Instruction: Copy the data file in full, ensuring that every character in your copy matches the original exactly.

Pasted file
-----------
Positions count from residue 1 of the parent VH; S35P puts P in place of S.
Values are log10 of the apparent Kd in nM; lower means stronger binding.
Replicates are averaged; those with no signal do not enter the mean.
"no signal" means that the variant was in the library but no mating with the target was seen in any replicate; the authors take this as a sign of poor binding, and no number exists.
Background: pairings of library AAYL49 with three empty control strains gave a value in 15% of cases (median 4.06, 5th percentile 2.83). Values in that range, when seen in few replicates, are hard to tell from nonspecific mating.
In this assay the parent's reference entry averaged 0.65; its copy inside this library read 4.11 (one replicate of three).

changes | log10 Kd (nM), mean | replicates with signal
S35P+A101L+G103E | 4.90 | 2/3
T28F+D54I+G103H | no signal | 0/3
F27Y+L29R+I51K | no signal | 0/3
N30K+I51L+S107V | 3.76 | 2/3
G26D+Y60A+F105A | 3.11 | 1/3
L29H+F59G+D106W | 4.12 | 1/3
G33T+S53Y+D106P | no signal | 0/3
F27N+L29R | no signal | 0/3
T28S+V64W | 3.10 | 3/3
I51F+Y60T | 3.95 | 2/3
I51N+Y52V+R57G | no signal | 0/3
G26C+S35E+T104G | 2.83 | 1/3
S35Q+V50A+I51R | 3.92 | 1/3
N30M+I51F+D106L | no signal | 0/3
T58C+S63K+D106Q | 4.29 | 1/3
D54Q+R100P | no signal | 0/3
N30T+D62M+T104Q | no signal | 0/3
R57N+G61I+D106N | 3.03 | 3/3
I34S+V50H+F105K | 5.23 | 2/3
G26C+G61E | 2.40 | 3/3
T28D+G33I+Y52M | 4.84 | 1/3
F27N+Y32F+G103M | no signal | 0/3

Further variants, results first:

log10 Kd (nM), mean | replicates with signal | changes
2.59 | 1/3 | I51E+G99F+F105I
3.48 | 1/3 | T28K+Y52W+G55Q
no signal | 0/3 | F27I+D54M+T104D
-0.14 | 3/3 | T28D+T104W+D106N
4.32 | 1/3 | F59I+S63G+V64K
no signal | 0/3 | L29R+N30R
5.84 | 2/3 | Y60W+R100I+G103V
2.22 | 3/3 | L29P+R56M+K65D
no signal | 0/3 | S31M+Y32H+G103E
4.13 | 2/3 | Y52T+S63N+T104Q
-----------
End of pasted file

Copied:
Positions count from residue 1 of the parent VH; S35P puts P in place of S.
Values are log10 of the apparent Kd in nM; lower means stronger binding.
Replicates are averaged; those with no signal do not enter the mean.
"no signal" means that the variant was in the library but no mating with the target was seen in any replicate; the authors take this as a sign of poor binding, and no number exists.
Background: pairings of library AAYL49 with three empty control strains gave a value in 15% of cases (median 4.06, 5th percentile 2.83). Values in that range, when seen in few replicates, are hard to tell from nonspecific mating.
In this assay the parent's reference entry averaged 0.65; its copy inside this library read 4.11 (one replicate of three).

changes | log10 Kd (nM), mean | replicates with signal
S35P+A101L+G103E | 4.90 | 2/3
T28F+D54I+G103H | no signal | 0/3
F27Y+L29R+I51K | no signal | 0/3
N30K+I51L+S107V | 3.76 | 2/3
G26D+Y60A+F105A | 3.11 | 1/3
L29H+F59G+D106W | 4.12 | 1/3
G33T+S53Y+D106P | no signal | 0/3
F27N+L29R | no signal | 0/3
T28S+V64W | 3.10 | 3/3
I51F+Y60T | 3.95 | 2/3
I51N+Y52V+R57G | no signal | 0/3
G26C+S35E+T104G | 2.83 | 1/3
S35Q+V50A+I51R | 3.92 | 1/3
N30M+I51F+D106L | no signal | 0/3
T58C+S63K+D106Q | 4.29 | 1/3
D54Q+R100P | no signal | 0/3
N30T+D62M+T104Q | no signal | 0/3
R57N+G61I+D106N | 3.03 | 3/3
I34S+V50H+F105K | 5.23 | 2/3
G26C+G61E | 2.40 | 3/3
T28D+G33I+Y52M | 4.84 | 1/3
F27N+Y32F+G103M | no signal | 0/3

Further variants, results first:

log10 Kd (nM), mean | replicates with signal | changes
2.59 | 1/3 | I51E+G99F+F105I
3.48 | 1/3 | T28K+Y52W+G55Q
no signal | 0/3 | F27I+D54M+T104D
-0.14 | 3/3 | T28D+T104W+D106N
4.32 | 1/3 | F59I+S63G+V64K
no signal | 0/3 | L29R+N30R
5.84 | 2/3 | Y60W+R100I+G103V
2.22 | 3/3 | L29P+R56M+K65D
no signal | 0/3 | S31M+Y32H+G103E
4.13 | 2/3 | Y52T+S63N+T104Q